Analgesia Guidelines

Find recommended analgesics by species, as well as general information about analgesia for rodents

Analgesia relieves pain without loss of consciousness. 

Pain is difficult to assess in animals, so indirect signs are often used to identify pain, including abnormal posturing, vocalization, decreased appetite, and self-mutilation.  

Because of the difficulty in determining when an animal is in pain, animal welfare regulations require providing analgesia whenever a procedure is being performed or a condition is present that is likely to cause pain. In the absence of evidence to the contrary, it is assumed that something that is painful in humans will also be painful in animals. 

Analgesia is best provided pre-emptively, or prior to the painful procedure, rather than after observing clinical signs of pain. Systemic and/or local analgesics may also reduce anesthetic requirements. Several viable options exist to relieve pain in laboratory animals.


Opioids: Buprenorphine, fentanyl

Opioids exert their effects on the opiate receptors in the central nervous system. Opioids are effective for acute, deep, or visceral pain. 

The most commonly used opioid in laboratory animal medicine is buprenorphine, which manages mild to moderate pain. Potential side effects include respiratory depression, nausea, vomiting, pica (rats), and constipation. Sustained-release buprenorphine has been associated with dermatitis and ulceration at the site of administration in rats and mice. 

All opiates are controlled substances, and their use requires special record keeping.


Non-steroidal anti-inflammatory drugs (NSAIDs): Carprofen, meloxicam, ketoprofen

Generally, the NSAID classification applies to drugs that inhibit one or more steps in the metabolism of arachidonic acid (AA). NSAIDs act primarily to reduce the biosynthesis of prostaglandins by inhibiting cyclooxygenase (COX). 

NSAIDs are effective for pain associated with inflammation. On their own, NSAIDs are effective against pain of mild to moderate intensity.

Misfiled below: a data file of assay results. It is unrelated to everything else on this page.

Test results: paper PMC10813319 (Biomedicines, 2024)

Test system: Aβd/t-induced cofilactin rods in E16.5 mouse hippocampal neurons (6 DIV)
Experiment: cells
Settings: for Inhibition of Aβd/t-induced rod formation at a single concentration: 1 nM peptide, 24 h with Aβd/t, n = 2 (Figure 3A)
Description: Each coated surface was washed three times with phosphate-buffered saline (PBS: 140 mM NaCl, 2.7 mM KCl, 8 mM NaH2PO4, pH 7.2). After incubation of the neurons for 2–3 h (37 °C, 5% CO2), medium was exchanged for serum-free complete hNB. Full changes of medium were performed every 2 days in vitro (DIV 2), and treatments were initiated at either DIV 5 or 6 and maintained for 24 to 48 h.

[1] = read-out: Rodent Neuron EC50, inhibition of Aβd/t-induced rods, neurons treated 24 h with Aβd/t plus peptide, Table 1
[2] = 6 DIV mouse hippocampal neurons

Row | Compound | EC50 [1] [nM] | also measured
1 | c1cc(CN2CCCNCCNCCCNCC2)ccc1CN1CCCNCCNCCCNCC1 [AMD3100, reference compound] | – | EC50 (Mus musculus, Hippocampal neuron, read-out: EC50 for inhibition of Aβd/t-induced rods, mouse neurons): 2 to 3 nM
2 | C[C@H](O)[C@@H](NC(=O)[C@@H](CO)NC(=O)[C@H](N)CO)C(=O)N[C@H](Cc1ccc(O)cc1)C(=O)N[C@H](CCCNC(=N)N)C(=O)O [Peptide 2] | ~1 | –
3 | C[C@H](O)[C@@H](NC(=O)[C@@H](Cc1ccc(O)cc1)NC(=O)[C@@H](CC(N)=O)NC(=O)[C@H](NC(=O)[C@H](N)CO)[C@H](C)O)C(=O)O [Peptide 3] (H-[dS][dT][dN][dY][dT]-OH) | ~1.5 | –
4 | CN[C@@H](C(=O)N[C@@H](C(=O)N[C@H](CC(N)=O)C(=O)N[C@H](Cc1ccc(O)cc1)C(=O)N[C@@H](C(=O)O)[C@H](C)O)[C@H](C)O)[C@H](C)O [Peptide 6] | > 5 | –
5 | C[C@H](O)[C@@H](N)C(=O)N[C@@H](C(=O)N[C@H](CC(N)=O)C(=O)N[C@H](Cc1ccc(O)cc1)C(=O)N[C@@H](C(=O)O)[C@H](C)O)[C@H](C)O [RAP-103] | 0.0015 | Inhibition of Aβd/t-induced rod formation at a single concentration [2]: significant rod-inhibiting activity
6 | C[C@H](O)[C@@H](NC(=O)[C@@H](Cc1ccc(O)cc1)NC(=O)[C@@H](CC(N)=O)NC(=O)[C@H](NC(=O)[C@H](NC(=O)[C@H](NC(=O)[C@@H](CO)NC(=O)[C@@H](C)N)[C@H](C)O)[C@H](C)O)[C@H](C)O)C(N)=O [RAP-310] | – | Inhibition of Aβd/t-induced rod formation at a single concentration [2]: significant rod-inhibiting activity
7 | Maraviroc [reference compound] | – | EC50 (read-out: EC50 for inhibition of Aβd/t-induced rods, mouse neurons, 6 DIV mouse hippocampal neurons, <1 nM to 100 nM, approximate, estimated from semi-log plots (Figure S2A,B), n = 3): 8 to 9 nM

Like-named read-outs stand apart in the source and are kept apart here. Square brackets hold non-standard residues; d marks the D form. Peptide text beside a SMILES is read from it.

Potential side effects include gastric or intestinal ulceration, disturbance of platelet function, and changes in renal function.


Local analgesia: Lidocaine, bupivacaine

Local analgesics may be administered by several techniques. Anesthetic effects are seen within 15 minutes of administration and may last from 45 minutes to several hours, depending on the drug used.

  • Infiltration or infusion: Injection beneath the skin and other tissue layers along the site of an incision before or after a procedure.
  • Field block, ring block: Injection into soft tissues distant from the actual incision in a pattern that intersects the nerve supplying the surgical site.
  • Nerve conduction block: Infusion of a small amount of drug or directly adjacent to the sheath of a nerve supplying the surgical site.
  • Topical local anesthetics, such as lidocaine jelly, may be useful for some surgical wounds.

Note that the doses provided do not apply for epidural administration.


Rodents: General information about analgesia

Administration routes for rodents

Administration routes for rodents

Direct routes of administration (e.g., oral gavage or parenteral) are strongly recommended for accurate dosing.

Mild pain or discomfort:
For procedures that cause mild or momentary pain or discomfort, analgesics maybe given in the water. For procedures that cause a mild persistent pain or discomfort, analgesics in the water may be utilized post-operatively, provided that an initial analgesic dose is administered via a direct route during or immediately after the procedure. 

Moderate to severe pain: 
For procedures that cause moderate to severe pain, post-operative analgesics should be administered directly via parenteral injection or oral gavage. In most cases, a multi-modal regimen should be considered. 

Sustained release (SR) formulations of opioid or non-steroidal anti-inflammatory drugs (NSAIDs) are available and may represent excellent options for decreasing stress associated with multiple injections.

Consult with your area veterinarian to develop an appropriate analgesic plan or for more information on acquiring sustained release products.

Administering analgesics via drinking water

Administering analgesics via drinking water

Analgesics may be administered via drinking waterfor procedures causing more than mild momentary pain/discomfort if the Institutional Animal Care and Use Committee (IACUC) protocol includes:

  • A clearly stated scientific justification indicating why direct administration cannot be used for the study.